There are over 7 billion people alive on Earth. Out of those 7 billion, at least 1.5 billion people play video games. The keyword is -play-. Gaming is no longer a stereotype culture of unsocialized kids neglecting their lives while living in their parent’s basements and growing into unproductive members of society. Instead, video games and gamers are everywhere. From the military to nursing homes, video games are being deeply woven into modern society. This leads some people to ask: do they belong in the classroom? The answer is yes. Allowing video games in the classroom leads to three very positive effects on students: it improves critical thinking skills, promotes positive, social behaviors, helps with motivation and teaches skills that could lead to successful careers in the technologies industry as adults.
Gaming in classrooms is already a thing and has been since computers were first introduced in a learning environment. Games such as Odell Lake, Math Blaster, and even Oregon Trail had students developing math, reading comprehension, and, of course, critical thinking skills. Modern classrooms now include educational games such as Classcraft, Classrealm, and Minecraft EDU into their curriculum to teach a variety of subjects with incredibly positive results. Students are challenged in programs like Minecraft EDU to solve math problems, write programming scripts, build architectural structures or historical sites, and even learn foreign languages: all topics that require the development of critical thinking skill. This allows teachers to challenge their students in ways that help increase brain plasticity and, according to PBS Idea Host Mike Rugnetta, “…kids respond because it’s a creative, collaborative, entertaining environment where they are in control of their own challenges.” While not aiming to completely replace tried-and-true pedagogical methods, video games in the classroom are a fun and engaging way to get students to problem solve in a unique and memorable way, allowing them to carry these new skills with them into the future and to further develop social behaviors and personal motivation in a positive manner.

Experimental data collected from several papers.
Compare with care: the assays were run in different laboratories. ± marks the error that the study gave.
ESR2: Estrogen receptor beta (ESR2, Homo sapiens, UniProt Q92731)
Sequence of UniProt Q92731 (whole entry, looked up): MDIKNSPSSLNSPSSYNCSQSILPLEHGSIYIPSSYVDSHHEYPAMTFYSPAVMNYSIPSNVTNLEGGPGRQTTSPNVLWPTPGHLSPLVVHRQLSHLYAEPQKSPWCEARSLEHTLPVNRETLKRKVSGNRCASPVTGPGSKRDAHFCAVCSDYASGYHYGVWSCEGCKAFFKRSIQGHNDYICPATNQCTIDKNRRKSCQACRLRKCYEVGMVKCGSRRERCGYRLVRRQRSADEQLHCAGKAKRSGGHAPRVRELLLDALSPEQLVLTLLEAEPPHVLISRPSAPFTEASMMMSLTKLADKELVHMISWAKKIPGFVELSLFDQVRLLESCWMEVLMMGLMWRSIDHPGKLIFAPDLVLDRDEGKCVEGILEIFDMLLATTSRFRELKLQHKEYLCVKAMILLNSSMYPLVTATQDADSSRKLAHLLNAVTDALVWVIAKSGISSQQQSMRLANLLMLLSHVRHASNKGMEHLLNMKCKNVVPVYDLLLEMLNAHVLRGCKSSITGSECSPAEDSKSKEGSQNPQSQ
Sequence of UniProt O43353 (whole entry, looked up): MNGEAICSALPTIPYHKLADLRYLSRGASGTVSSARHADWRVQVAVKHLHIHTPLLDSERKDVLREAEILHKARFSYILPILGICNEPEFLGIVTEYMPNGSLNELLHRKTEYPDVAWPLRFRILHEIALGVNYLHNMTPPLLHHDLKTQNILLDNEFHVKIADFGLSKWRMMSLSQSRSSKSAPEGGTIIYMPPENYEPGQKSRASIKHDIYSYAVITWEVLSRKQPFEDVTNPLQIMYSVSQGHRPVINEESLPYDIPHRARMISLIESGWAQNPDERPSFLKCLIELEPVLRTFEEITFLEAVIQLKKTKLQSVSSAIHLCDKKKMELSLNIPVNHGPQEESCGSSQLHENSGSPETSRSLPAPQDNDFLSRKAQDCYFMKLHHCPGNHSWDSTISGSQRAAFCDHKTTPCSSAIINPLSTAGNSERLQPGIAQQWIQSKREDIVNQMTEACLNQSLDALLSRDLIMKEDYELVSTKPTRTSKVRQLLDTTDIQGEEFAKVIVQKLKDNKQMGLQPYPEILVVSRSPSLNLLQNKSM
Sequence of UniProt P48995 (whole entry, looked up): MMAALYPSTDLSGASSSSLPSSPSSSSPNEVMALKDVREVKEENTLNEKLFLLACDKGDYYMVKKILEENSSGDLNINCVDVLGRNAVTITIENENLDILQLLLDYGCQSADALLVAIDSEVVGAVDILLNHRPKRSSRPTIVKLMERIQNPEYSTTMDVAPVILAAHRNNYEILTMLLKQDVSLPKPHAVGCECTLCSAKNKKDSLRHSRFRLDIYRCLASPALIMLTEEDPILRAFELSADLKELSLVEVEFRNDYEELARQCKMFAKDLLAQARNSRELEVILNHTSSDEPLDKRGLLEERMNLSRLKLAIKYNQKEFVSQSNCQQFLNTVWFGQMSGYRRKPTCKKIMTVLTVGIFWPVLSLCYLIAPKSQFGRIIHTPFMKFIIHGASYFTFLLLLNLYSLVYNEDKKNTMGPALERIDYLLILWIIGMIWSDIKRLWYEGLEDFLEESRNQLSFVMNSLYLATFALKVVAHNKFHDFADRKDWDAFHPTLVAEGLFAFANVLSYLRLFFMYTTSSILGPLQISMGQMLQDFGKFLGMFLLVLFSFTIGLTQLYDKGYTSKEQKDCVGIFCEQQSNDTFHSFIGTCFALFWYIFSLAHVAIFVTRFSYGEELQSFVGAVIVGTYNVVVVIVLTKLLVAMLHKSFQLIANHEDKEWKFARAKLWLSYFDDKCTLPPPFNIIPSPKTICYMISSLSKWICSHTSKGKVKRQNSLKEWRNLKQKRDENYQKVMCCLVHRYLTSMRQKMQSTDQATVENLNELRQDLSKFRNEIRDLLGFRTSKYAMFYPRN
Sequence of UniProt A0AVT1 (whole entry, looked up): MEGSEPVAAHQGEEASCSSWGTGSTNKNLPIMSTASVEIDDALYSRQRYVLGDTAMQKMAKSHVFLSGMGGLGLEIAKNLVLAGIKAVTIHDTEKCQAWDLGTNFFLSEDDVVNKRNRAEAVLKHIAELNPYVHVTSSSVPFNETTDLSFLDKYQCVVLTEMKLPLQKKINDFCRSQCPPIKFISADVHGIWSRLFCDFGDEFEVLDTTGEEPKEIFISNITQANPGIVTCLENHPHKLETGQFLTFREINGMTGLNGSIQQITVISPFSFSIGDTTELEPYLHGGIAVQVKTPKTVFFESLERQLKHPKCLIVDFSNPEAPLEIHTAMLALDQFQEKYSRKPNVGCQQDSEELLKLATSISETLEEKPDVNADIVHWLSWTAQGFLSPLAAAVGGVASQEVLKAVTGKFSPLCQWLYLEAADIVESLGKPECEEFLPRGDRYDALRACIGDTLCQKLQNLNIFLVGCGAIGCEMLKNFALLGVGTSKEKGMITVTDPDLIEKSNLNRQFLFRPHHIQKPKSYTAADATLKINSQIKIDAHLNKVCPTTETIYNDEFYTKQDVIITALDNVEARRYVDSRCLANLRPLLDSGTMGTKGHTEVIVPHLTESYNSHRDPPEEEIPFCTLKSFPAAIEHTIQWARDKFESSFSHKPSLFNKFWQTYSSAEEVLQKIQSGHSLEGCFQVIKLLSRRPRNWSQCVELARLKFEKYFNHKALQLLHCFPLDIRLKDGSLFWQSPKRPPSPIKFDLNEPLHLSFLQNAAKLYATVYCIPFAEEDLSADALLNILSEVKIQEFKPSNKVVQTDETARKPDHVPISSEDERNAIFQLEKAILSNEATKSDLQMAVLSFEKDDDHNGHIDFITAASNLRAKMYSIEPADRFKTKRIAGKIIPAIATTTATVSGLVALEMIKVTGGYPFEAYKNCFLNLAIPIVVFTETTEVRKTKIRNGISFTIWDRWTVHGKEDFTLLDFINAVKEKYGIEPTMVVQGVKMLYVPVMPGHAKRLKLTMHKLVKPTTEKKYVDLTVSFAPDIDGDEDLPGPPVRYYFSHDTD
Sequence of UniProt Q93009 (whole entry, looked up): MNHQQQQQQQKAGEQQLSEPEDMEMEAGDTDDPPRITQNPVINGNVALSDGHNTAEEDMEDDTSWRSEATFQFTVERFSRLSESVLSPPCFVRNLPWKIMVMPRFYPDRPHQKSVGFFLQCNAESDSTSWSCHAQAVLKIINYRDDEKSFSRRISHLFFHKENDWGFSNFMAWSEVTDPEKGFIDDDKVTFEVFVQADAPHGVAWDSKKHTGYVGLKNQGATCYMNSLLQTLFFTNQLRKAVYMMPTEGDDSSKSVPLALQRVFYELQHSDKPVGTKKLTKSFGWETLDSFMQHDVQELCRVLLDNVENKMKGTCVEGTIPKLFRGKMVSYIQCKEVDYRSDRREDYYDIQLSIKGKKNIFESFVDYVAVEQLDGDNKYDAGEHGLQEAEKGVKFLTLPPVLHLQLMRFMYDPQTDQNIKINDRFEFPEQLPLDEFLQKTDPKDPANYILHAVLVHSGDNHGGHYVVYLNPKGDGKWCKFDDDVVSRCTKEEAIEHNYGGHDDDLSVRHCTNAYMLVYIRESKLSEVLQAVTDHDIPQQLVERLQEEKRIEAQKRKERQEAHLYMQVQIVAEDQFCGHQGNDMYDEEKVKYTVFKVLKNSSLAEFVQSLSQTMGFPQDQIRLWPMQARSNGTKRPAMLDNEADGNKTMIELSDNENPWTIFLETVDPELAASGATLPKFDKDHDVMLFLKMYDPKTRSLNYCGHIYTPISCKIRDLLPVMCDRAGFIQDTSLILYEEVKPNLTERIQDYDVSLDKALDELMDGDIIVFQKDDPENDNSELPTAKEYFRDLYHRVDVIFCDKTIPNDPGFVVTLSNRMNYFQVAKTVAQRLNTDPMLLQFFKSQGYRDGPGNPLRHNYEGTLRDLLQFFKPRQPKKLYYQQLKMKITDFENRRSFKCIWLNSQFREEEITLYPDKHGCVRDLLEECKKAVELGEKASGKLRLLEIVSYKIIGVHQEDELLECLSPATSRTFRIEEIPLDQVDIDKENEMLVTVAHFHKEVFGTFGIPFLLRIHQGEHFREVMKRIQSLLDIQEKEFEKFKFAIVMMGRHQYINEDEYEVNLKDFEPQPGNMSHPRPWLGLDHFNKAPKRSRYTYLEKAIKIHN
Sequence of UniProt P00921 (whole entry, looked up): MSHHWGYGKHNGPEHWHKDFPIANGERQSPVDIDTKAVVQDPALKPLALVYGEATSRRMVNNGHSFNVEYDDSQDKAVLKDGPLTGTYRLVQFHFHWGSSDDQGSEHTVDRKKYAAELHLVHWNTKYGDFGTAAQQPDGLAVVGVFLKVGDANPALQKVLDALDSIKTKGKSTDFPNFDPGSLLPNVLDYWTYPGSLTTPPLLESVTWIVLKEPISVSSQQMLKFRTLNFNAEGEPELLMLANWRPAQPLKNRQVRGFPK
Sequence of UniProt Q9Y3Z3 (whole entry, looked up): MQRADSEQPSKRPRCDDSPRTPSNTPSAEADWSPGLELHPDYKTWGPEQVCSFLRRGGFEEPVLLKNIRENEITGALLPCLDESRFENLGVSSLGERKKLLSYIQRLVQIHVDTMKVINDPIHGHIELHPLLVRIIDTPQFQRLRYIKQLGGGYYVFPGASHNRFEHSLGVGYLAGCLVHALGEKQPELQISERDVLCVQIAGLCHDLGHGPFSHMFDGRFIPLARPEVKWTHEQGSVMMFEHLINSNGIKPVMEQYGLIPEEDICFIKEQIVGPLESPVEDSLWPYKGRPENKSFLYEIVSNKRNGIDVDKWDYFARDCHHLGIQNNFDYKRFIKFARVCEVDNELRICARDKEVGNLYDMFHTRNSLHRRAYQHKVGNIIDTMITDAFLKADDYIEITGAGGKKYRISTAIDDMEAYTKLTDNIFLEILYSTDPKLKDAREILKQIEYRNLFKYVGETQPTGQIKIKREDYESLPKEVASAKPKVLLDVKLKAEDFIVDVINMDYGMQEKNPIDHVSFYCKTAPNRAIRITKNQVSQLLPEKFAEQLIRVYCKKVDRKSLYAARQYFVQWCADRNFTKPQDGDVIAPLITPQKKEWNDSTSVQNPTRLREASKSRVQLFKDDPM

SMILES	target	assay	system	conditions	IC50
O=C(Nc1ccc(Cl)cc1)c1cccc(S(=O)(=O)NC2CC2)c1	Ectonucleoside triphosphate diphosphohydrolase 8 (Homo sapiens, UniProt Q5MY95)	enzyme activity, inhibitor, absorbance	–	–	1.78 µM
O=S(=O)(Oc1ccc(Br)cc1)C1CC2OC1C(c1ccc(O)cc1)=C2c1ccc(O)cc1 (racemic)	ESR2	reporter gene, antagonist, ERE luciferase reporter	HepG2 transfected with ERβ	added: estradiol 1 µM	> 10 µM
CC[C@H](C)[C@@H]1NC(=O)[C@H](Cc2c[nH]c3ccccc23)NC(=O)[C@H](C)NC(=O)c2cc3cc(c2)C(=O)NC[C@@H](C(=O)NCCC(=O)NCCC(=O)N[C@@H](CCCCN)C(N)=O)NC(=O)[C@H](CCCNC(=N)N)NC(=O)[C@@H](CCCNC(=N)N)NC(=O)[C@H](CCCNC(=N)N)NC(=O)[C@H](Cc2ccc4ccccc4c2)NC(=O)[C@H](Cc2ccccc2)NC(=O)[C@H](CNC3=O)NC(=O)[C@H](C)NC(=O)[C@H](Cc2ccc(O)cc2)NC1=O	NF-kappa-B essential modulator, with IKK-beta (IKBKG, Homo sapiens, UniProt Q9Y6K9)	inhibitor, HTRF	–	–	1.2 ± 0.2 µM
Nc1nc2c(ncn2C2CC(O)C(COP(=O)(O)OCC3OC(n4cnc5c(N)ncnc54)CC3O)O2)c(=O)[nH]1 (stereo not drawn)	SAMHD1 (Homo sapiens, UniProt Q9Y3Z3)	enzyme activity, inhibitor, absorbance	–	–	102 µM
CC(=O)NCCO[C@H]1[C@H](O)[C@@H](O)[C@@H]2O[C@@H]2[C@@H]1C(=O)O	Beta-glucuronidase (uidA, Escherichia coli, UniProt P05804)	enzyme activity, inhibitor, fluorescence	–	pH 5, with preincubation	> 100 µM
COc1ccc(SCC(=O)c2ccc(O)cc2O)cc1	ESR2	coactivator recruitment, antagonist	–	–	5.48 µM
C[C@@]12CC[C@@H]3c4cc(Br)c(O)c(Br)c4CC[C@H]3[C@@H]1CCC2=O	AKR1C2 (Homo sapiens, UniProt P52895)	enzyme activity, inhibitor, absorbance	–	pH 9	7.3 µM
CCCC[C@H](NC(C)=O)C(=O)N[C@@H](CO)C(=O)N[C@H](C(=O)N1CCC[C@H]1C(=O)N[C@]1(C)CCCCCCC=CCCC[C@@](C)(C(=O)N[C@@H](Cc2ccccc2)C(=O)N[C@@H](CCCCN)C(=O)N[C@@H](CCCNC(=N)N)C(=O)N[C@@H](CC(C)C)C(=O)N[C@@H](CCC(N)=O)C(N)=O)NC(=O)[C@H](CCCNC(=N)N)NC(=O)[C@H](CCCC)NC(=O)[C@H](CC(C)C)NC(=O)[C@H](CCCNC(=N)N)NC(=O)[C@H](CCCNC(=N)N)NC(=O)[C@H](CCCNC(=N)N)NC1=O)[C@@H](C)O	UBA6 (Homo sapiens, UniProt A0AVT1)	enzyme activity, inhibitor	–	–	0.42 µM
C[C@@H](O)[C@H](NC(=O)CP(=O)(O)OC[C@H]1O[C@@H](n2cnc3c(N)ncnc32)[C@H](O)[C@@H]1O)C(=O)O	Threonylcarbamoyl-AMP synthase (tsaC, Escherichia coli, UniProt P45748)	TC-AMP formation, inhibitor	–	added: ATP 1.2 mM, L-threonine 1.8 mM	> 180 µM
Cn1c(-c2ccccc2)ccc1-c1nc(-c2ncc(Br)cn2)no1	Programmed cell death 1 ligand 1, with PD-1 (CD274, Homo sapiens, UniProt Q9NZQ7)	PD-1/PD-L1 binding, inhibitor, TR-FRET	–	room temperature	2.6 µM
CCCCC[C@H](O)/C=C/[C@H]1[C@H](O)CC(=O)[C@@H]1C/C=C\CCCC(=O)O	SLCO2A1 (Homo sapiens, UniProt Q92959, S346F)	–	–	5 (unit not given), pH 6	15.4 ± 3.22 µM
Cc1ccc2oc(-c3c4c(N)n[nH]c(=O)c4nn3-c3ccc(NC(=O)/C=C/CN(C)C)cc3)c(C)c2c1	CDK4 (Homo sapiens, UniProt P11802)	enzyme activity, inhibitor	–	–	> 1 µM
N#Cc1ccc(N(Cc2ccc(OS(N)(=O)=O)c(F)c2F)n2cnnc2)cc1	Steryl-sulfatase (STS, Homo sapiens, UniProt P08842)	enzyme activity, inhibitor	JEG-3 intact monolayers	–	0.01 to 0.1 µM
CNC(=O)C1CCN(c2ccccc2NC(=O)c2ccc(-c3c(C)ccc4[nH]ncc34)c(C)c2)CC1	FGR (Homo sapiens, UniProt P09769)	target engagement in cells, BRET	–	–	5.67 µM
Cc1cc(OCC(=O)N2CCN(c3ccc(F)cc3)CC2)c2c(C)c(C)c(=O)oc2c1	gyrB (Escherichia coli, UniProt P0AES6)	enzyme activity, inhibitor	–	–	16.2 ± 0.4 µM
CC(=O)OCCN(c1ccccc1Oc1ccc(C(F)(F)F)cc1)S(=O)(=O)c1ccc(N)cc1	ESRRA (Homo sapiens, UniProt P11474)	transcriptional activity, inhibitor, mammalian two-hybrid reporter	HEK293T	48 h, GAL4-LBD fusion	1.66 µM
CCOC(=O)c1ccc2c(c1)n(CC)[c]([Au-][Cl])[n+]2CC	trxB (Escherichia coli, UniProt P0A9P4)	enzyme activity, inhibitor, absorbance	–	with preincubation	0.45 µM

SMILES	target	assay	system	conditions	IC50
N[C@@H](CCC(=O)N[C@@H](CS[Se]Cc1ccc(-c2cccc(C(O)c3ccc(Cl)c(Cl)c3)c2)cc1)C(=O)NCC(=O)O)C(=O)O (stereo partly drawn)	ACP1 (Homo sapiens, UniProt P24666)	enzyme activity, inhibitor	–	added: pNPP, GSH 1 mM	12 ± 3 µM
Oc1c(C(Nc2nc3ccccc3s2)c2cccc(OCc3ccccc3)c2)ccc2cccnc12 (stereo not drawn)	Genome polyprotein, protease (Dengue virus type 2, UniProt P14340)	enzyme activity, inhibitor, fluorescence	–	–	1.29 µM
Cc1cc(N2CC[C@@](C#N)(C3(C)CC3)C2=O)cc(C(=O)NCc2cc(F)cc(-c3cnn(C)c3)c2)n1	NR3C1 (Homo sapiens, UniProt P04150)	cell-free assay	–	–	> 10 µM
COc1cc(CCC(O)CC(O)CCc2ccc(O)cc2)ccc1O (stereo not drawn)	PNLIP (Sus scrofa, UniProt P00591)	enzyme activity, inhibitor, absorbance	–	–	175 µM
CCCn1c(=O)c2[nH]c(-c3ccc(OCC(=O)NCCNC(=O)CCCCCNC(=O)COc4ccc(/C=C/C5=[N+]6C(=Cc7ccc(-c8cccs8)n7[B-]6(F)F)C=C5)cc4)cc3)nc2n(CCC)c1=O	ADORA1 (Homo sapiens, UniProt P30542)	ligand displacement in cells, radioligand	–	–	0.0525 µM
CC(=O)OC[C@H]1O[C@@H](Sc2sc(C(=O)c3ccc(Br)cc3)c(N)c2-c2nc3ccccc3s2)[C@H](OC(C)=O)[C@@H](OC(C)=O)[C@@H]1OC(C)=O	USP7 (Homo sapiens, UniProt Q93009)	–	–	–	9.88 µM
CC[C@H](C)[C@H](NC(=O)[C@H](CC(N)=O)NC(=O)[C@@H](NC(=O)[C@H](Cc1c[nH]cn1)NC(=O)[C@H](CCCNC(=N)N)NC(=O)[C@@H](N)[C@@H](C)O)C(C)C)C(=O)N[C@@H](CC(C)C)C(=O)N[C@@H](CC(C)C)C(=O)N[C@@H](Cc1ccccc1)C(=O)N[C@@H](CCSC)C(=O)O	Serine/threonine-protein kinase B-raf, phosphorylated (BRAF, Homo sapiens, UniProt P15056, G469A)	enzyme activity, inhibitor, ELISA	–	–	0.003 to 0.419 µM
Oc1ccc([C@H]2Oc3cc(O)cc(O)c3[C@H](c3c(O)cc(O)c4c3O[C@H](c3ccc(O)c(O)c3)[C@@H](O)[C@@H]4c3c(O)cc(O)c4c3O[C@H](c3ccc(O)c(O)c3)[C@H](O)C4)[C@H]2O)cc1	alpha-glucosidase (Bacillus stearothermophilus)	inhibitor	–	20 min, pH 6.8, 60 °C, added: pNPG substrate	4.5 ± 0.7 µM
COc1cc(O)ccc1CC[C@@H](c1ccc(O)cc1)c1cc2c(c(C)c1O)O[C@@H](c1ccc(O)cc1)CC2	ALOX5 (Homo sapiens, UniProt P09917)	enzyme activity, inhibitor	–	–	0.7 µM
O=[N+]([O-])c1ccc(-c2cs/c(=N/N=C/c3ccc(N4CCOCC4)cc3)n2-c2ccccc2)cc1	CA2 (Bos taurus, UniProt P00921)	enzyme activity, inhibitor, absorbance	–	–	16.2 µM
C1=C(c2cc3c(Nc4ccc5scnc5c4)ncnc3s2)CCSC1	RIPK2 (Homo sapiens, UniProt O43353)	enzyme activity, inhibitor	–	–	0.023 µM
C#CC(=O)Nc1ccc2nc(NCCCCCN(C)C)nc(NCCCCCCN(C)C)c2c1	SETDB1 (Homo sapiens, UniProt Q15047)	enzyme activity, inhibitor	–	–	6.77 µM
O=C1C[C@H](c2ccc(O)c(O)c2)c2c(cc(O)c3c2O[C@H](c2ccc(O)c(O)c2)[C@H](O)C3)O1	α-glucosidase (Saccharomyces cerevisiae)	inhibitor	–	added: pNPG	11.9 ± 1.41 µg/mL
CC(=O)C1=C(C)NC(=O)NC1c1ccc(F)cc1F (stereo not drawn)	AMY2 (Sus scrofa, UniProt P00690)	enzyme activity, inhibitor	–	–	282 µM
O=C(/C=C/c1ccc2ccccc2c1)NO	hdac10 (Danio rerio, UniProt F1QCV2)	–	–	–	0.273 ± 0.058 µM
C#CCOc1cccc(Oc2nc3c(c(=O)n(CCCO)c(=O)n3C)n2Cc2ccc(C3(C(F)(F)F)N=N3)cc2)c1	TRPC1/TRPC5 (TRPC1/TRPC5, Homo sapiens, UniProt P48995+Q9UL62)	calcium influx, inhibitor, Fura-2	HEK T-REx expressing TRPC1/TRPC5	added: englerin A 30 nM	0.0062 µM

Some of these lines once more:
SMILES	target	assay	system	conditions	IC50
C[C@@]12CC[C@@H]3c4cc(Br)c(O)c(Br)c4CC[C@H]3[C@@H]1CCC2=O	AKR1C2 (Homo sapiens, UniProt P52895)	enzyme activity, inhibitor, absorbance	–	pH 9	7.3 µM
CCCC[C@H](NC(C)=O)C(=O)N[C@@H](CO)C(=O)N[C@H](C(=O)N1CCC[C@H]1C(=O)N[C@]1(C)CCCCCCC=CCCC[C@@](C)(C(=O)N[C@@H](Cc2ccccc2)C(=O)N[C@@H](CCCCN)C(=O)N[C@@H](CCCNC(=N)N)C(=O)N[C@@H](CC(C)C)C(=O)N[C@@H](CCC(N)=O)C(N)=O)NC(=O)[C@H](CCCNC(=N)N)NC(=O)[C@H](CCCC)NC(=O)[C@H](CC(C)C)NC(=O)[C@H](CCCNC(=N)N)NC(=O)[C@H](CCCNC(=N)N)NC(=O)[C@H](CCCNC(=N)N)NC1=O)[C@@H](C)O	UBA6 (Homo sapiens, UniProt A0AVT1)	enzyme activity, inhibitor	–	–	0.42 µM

One of the biggest difficulties in the educational system is the difficulty of engaging all students. Individual motivation is often difficult to assess and encourage when classrooms have too many students. Students that require more individual attention often struggle more and therefore fall behind compared to their peers. One way to combat this problem is with educational gaming. Video games have a unique way of engaging all students on various levels, allowing for the teachers to let the more independent learners do their own thing while giving the appropriate time to the students who may struggle. 78% of teachers in a Huffington Post article by Kara Loo states that, “digital games improved low-performing students’ mastery of curricular content and skills… and 71% said they improved mastery of extra-curricular skills.” These teachers also report seeing motivational levels increase drastically in “low-performing students,” (Loo). The unique environment in video games make personal success fun and attainable for any type of student. Some games use creative reward systems for completing quests, missions, or various challenging tasks that help the student feel independently successful. Improving motivation among students no longer needs to be a difficulty by allowing games in the classroom. Additionally, there are psychological benefits when implementing educational video games in tandem with the core curriculum.